so ambivalent wrote:Yea that was totally my thinking. But they do this with everything. Like only recently have they allowed people who wear head turbans/yarmulkes or have beards for religious reasons and are in non-combat roles (like JAG or army corps) to wear their religious garb and they only do it on a case by case basis. The notion that a navy dentist who is a Sikh could be prohibited from wearing a turban or beard (both of which are part of his religious beliefs) for "safety and discipline reasons" is completely insane. And that's honestly the reason that really smart people who great leadership and critical thinking skills never join because how--after studying constitutional law and "narrowly-tailored and all that jazz--can any of this make sense? I naively thought I could be a change I wanted to see in the military, but the shit I had to put up just to gt the chance to join it is probably gonna make me stay far away from it and encourage others to do the same.
I hope that as people my age (20s & 30s) move up in the military, these policies are changed to reflect the makeup of American society. I remember in 2010 when the Army officially started giving exemptions to Sikh soldiers. There's a few now. It was a good and needed start.
But part of the military is breaking you down, your civilian-side, and building you back up to be part of this team. You all have to be the same; uniform. That's part of military-culture in any part of the world. You don't get to be different, you have to be a soldier, sailor, airmen, marine etc. just like your buddies. Individuality causes you to think about yourself, not your buddies. You're there for your team, not for you. So all these exemptions eat away at that philosophy.
If you're talking about the level of scrutiny this falls under, since it's religious (eg. a turban) it'll be strict scrutiny (compelling gov't interest narrowly tailored).
Compelling interest --> national security, efficient military.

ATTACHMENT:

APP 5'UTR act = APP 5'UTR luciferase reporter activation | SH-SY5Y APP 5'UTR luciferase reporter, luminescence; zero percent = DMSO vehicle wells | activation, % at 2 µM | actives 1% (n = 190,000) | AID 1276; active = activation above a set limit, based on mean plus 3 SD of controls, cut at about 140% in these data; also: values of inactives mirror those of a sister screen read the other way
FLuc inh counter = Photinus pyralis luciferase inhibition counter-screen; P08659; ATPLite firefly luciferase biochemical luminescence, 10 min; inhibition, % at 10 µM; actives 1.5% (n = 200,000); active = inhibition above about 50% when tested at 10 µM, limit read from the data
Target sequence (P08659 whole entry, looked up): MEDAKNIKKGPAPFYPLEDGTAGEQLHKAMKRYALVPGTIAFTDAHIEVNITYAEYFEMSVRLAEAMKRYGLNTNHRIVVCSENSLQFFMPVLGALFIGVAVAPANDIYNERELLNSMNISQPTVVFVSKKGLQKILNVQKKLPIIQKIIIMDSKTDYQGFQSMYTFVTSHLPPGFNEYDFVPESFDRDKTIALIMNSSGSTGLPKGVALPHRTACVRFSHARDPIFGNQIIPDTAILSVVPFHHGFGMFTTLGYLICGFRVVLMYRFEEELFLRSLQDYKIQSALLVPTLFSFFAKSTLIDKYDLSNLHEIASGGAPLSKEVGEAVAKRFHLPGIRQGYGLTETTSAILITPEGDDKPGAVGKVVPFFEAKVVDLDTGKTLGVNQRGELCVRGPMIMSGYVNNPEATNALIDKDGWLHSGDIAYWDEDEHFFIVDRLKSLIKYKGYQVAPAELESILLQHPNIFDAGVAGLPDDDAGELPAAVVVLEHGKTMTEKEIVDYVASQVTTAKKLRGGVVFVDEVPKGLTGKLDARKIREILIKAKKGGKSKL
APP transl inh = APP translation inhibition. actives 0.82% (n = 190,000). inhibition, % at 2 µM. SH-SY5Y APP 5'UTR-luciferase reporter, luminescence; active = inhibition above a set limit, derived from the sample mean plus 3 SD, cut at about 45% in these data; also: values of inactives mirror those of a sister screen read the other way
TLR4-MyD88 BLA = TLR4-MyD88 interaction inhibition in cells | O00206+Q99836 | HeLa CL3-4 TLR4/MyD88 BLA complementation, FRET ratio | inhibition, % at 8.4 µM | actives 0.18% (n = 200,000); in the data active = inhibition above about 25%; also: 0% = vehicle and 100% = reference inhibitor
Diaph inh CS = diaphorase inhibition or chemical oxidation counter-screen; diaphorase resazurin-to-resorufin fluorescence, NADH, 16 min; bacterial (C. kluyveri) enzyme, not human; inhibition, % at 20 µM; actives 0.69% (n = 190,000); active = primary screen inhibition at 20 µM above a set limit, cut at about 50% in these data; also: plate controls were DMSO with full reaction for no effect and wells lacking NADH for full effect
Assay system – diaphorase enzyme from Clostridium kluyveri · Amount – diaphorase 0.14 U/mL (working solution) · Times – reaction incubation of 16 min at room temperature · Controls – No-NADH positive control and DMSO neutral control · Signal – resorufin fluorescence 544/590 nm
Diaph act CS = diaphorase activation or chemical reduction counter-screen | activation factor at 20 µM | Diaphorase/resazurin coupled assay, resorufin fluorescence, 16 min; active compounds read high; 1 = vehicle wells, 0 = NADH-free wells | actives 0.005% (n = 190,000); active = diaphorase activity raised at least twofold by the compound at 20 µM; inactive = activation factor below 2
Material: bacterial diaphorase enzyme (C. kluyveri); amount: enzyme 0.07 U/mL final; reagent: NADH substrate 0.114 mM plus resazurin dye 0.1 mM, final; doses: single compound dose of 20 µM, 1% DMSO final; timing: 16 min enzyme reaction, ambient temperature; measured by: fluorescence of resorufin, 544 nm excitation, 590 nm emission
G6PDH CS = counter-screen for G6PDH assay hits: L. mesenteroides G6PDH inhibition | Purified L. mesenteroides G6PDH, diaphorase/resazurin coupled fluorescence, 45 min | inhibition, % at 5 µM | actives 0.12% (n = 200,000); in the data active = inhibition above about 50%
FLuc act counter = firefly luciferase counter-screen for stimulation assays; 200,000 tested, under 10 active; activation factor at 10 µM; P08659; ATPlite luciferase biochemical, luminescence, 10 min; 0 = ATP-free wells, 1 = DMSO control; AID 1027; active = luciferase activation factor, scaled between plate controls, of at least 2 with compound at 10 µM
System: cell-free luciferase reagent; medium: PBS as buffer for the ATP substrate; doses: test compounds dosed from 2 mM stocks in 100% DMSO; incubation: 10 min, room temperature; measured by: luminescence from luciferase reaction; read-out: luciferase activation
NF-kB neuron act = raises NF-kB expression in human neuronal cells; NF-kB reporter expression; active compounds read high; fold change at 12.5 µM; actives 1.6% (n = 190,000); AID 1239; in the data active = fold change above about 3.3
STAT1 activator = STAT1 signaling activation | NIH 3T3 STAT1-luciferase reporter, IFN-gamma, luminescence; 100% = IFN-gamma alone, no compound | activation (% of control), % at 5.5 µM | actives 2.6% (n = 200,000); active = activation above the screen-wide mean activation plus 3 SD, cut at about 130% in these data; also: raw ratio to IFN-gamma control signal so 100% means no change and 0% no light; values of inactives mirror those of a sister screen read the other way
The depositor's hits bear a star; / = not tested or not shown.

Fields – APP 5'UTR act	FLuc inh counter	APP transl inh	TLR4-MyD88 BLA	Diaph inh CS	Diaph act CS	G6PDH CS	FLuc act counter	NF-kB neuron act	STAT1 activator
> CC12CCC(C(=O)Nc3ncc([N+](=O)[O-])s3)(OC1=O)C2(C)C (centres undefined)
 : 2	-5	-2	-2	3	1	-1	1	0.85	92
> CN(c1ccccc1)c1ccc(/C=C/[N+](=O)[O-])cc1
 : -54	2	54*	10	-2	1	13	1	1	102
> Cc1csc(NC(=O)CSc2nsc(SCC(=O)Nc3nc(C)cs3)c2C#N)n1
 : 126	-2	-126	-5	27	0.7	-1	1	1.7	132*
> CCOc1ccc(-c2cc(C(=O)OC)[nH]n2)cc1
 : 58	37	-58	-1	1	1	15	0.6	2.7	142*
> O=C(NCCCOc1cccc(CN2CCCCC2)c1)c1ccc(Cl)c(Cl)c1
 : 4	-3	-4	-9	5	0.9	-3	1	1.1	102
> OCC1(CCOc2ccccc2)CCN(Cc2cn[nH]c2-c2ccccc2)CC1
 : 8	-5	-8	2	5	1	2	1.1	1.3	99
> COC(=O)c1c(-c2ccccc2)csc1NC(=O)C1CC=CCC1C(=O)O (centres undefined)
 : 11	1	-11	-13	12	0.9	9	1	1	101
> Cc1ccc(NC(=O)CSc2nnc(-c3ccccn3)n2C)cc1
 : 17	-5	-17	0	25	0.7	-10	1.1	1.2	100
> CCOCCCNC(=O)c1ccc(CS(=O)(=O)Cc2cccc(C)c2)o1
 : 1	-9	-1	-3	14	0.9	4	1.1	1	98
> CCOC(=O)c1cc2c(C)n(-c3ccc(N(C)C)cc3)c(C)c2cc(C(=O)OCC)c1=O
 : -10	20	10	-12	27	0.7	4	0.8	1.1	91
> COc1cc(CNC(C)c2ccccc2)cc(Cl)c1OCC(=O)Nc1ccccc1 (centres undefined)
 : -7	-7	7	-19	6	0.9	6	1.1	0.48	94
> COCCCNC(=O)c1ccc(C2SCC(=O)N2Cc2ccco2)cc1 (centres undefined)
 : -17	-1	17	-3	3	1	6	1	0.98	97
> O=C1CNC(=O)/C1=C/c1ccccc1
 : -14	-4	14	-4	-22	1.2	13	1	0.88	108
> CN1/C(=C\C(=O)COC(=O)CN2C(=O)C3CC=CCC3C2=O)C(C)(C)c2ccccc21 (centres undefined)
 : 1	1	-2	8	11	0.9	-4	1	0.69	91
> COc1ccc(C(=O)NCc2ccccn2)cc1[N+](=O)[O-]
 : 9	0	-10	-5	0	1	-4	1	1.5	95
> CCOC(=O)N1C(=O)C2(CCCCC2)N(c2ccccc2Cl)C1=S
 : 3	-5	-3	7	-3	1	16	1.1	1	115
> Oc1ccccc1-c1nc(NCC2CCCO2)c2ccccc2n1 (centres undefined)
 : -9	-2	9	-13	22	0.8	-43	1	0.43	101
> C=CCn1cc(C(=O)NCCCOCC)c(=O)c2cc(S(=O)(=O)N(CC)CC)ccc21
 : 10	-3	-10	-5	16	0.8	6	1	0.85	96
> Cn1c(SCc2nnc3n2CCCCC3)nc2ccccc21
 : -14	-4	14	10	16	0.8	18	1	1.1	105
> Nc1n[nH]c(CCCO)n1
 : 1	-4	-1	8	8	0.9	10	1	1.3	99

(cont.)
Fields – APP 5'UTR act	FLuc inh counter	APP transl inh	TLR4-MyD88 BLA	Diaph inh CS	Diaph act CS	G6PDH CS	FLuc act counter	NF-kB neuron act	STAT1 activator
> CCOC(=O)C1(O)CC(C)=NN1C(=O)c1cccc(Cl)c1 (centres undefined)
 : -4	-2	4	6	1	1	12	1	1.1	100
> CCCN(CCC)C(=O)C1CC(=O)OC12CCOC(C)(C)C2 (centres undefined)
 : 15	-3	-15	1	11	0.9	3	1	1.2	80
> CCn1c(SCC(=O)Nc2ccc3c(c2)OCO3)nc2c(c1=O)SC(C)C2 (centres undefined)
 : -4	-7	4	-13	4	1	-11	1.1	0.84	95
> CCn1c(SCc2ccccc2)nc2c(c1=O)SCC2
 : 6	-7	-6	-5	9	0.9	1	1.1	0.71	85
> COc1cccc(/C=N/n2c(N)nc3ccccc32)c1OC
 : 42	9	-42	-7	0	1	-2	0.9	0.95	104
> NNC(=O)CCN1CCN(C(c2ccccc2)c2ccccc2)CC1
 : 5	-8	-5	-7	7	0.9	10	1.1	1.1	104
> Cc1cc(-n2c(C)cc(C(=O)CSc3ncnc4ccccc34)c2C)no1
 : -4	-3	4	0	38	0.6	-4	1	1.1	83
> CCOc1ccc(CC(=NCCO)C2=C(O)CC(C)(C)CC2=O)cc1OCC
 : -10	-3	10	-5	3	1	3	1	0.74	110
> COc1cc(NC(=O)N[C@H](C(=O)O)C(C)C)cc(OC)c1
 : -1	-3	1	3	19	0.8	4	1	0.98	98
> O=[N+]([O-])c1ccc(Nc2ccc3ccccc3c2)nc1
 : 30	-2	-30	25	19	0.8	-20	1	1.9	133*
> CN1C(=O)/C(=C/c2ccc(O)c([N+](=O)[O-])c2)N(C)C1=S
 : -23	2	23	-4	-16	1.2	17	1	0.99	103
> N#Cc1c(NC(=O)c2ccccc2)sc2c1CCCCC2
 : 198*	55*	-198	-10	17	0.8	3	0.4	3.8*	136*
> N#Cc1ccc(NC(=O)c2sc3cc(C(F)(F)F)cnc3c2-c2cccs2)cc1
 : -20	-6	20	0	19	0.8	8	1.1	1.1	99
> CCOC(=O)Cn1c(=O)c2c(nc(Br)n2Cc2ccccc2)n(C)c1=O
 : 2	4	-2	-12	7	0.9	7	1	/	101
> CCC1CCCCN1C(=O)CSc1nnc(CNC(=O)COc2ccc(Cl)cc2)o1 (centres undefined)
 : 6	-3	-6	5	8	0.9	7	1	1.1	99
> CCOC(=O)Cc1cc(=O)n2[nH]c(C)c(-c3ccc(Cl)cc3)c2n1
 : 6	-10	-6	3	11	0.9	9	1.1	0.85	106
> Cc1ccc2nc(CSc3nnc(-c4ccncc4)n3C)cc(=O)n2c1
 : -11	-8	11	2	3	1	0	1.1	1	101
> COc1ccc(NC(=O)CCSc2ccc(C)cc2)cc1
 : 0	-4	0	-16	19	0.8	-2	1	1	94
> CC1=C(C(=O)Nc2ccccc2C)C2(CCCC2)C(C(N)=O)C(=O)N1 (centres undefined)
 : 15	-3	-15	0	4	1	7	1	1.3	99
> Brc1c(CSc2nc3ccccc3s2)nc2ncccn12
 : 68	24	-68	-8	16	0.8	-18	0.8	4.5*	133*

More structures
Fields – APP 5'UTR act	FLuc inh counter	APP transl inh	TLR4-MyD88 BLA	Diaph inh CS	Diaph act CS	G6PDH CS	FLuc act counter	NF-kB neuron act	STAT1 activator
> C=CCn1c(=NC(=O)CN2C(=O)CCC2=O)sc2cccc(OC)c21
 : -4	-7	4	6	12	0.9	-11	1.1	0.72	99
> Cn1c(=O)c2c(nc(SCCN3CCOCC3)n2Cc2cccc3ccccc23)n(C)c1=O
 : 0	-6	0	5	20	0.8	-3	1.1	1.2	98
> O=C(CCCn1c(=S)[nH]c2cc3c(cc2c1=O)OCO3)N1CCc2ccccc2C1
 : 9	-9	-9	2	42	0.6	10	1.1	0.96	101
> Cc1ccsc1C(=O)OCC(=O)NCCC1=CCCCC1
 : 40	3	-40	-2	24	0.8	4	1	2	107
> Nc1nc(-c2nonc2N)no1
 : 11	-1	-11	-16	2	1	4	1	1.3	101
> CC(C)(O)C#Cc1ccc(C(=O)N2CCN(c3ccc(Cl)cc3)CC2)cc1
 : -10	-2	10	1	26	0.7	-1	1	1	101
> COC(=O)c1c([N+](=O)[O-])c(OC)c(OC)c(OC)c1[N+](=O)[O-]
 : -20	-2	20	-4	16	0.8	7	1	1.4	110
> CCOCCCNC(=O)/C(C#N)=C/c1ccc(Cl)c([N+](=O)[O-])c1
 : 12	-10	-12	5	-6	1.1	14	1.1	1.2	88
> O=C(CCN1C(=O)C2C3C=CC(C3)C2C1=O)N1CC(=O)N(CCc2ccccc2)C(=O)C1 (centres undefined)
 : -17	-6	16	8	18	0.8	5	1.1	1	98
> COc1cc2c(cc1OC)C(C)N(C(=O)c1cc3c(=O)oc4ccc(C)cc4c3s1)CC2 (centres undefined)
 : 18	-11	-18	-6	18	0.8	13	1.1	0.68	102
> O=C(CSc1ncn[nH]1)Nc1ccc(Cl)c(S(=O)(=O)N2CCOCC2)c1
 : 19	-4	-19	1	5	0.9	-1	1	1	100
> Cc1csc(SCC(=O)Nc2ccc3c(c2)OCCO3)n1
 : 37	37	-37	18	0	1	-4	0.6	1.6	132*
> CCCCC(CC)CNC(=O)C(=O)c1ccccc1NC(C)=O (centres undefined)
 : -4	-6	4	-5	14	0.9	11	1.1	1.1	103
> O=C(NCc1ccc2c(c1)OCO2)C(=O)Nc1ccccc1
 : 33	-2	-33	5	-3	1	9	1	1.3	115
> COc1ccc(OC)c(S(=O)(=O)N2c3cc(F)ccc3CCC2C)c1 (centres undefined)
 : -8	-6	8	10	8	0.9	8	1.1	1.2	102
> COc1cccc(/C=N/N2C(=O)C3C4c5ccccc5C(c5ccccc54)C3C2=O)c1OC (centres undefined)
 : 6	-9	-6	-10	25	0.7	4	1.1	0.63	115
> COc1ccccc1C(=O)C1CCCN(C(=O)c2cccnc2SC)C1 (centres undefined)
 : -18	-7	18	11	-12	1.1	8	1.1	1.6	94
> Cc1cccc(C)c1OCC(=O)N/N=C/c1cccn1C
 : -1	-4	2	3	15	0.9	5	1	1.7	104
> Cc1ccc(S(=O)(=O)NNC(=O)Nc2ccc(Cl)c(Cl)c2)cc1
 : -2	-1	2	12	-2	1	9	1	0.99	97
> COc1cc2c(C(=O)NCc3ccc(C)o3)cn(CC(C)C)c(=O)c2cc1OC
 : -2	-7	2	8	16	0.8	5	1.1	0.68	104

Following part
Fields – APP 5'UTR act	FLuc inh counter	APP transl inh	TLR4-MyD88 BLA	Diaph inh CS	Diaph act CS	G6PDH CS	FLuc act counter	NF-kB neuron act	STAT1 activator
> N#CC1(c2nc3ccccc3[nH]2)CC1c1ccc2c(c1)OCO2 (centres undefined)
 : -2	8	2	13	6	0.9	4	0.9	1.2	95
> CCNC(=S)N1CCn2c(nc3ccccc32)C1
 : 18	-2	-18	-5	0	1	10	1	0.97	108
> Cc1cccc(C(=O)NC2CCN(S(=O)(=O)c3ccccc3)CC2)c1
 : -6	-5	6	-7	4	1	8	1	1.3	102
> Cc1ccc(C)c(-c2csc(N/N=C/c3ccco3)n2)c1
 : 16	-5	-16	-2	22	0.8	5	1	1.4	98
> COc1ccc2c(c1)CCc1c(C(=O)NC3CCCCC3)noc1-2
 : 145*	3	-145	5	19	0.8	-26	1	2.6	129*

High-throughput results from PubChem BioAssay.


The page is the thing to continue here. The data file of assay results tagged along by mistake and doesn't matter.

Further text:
Narrowly tailored --> probably for most cases, but in 2010 the Army decided banning turbans probably wouldn't pass this test if brought to court (or thought they just were rejecting good applicants for a stupid reason)
For lawyers, though, the military, like any employer has its nuances & eccentricities. I hope you change your mind about encouraging people to stay away. The military, if anything, need more positive voices of change among the officer corps, not less.
It's a big machine that needs a big push.
Beyond all that, while the military does have many excellent leaders, it does a royal job at pushing them away. Leaders need to be taken seriously, incentivized, & rewarded. The military is too old fashioned to do this as well as civilians employers do.
For your interest, I've had these good reads in my Favorites folder on what's needs changing with military leadership (Highly suggest the first one):
Interview with General McChrystal ret.: "Stanley McChrystal on how to shake up the military"http://www.washingtonpost.com/blogs/on- ... -military/
Written by an Air Force Intel. Officer: "How to lose great leaders? Ask the Army"http://www.washingtonpost.com/national/ ... story.html
Another in the Atlantic: "Why our Best Officers are Leaving"http://www.theatlantic.com/magazine/arc ... ng/308346/
Keep your head up!
It was not meant to be. There are greater things for you [more money, more personal freedom, shorter contracts, wearing your own clothes to work (lol)].